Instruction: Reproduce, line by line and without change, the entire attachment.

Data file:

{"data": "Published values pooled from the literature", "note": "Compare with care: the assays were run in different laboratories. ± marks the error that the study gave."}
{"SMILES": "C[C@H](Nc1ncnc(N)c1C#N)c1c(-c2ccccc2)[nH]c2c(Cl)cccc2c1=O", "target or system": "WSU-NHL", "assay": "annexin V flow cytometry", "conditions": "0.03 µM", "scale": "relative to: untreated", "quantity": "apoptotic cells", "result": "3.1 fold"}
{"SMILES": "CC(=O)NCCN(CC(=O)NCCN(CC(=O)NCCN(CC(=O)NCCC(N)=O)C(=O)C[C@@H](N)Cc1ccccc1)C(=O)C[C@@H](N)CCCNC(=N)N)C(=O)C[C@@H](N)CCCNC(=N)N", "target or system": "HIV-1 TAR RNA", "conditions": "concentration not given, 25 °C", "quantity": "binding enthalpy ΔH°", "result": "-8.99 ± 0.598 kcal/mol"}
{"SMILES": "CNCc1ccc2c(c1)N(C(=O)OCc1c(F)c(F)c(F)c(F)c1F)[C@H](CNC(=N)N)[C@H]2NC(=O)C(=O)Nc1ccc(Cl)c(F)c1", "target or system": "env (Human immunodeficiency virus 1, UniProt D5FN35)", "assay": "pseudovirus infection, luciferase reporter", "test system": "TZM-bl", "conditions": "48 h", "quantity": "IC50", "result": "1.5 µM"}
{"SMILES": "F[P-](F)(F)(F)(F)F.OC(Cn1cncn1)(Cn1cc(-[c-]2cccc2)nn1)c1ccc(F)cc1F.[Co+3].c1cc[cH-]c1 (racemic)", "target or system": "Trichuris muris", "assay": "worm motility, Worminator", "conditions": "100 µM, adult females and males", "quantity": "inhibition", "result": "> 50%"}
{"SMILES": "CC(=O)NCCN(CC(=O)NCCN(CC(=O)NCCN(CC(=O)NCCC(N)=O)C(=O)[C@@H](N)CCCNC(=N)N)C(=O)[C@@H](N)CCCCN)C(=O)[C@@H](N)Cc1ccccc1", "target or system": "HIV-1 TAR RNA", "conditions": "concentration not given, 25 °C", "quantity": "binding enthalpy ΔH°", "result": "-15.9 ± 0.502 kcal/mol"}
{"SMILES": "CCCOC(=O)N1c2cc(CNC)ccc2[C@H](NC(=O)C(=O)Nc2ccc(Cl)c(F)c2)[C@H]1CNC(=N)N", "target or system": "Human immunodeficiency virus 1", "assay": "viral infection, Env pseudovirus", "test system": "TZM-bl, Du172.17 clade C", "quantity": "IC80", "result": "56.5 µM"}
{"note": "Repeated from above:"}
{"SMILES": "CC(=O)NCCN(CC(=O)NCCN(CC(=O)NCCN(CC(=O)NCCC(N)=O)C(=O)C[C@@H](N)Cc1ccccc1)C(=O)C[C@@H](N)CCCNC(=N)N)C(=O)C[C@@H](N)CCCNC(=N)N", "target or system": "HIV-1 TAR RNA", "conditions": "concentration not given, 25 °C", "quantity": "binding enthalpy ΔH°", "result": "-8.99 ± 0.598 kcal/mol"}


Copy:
{"data": "Published values pooled from the literature", "note": "Compare with care: the assays were run in different laboratories. ± marks the error that the study gave."}
{"SMILES": "C[C@H](Nc1ncnc(N)c1C#N)c1c(-c2ccccc2)[nH]c2c(Cl)cccc2c1=O", "target or system": "WSU-NHL", "assay": "annexin V flow cytometry", "conditions": "0.03 µM", "scale": "relative to: untreated", "quantity": "apoptotic cells", "result": "3.1 fold"}
{"SMILES": "CC(=O)NCCN(CC(=O)NCCN(CC(=O)NCCN(CC(=O)NCCC(N)=O)C(=O)C[C@@H](N)Cc1ccccc1)C(=O)C[C@@H](N)CCCNC(=N)N)C(=O)C[C@@H](N)CCCNC(=N)N", "target or system": "HIV-1 TAR RNA", "conditions": "concentration not given, 25 °C", "quantity": "binding enthalpy ΔH°", "result": "-8.99 ± 0.598 kcal/mol"}
{"SMILES": "CNCc1ccc2c(c1)N(C(=O)OCc1c(F)c(F)c(F)c(F)c1F)[C@H](CNC(=N)N)[C@H]2NC(=O)C(=O)Nc1ccc(Cl)c(F)c1", "target or system": "env (Human immunodeficiency virus 1, UniProt D5FN35)", "assay": "pseudovirus infection, luciferase reporter", "test system": "TZM-bl", "conditions": "48 h", "quantity": "IC50", "result": "1.5 µM"}
{"SMILES": "F[P-](F)(F)(F)(F)F.OC(Cn1cncn1)(Cn1cc(-[c-]2cccc2)nn1)c1ccc(F)cc1F.[Co+3].c1cc[cH-]c1 (racemic)", "target or system": "Trichuris muris", "assay": "worm motility, Worminator", "conditions": "100 µM, adult females and males", "quantity": "inhibition", "result": "> 50%"}
{"SMILES": "CC(=O)NCCN(CC(=O)NCCN(CC(=O)NCCN(CC(=O)NCCC(N)=O)C(=O)[C@@H](N)CCCNC(=N)N)C(=O)[C@@H](N)CCCCN)C(=O)[C@@H](N)Cc1ccccc1", "target or system": "HIV-1 TAR RNA", "conditions": "concentration not given, 25 °C", "quantity": "binding enthalpy ΔH°", "result": "-15.9 ± 0.502 kcal/mol"}
{"SMILES": "CCCOC(=O)N1c2cc(CNC)ccc2[C@H](NC(=O)C(=O)Nc2ccc(Cl)c(F)c2)[C@H]1CNC(=N)N", "target or system": "Human immunodeficiency virus 1", "assay": "viral infection, Env pseudovirus", "test system": "TZM-bl, Du172.17 clade C", "quantity": "IC80", "result": "56.5 µM"}
{"note": "Repeated from above:"}
{"SMILES": "CC(=O)NCCN(CC(=O)NCCN(CC(=O)NCCN(CC(=O)NCCC(N)=O)C(=O)C[C@@H](N)Cc1ccccc1)C(=O)C[C@@H](N)CCCNC(=N)N)C(=O)C[C@@H](N)CCCNC(=N)N", "target or system": "HIV-1 TAR RNA", "conditions": "concentration not given, 25 °C", "quantity": "binding enthalpy ΔH°", "result": "-8.99 ± 0.598 kcal/mol"}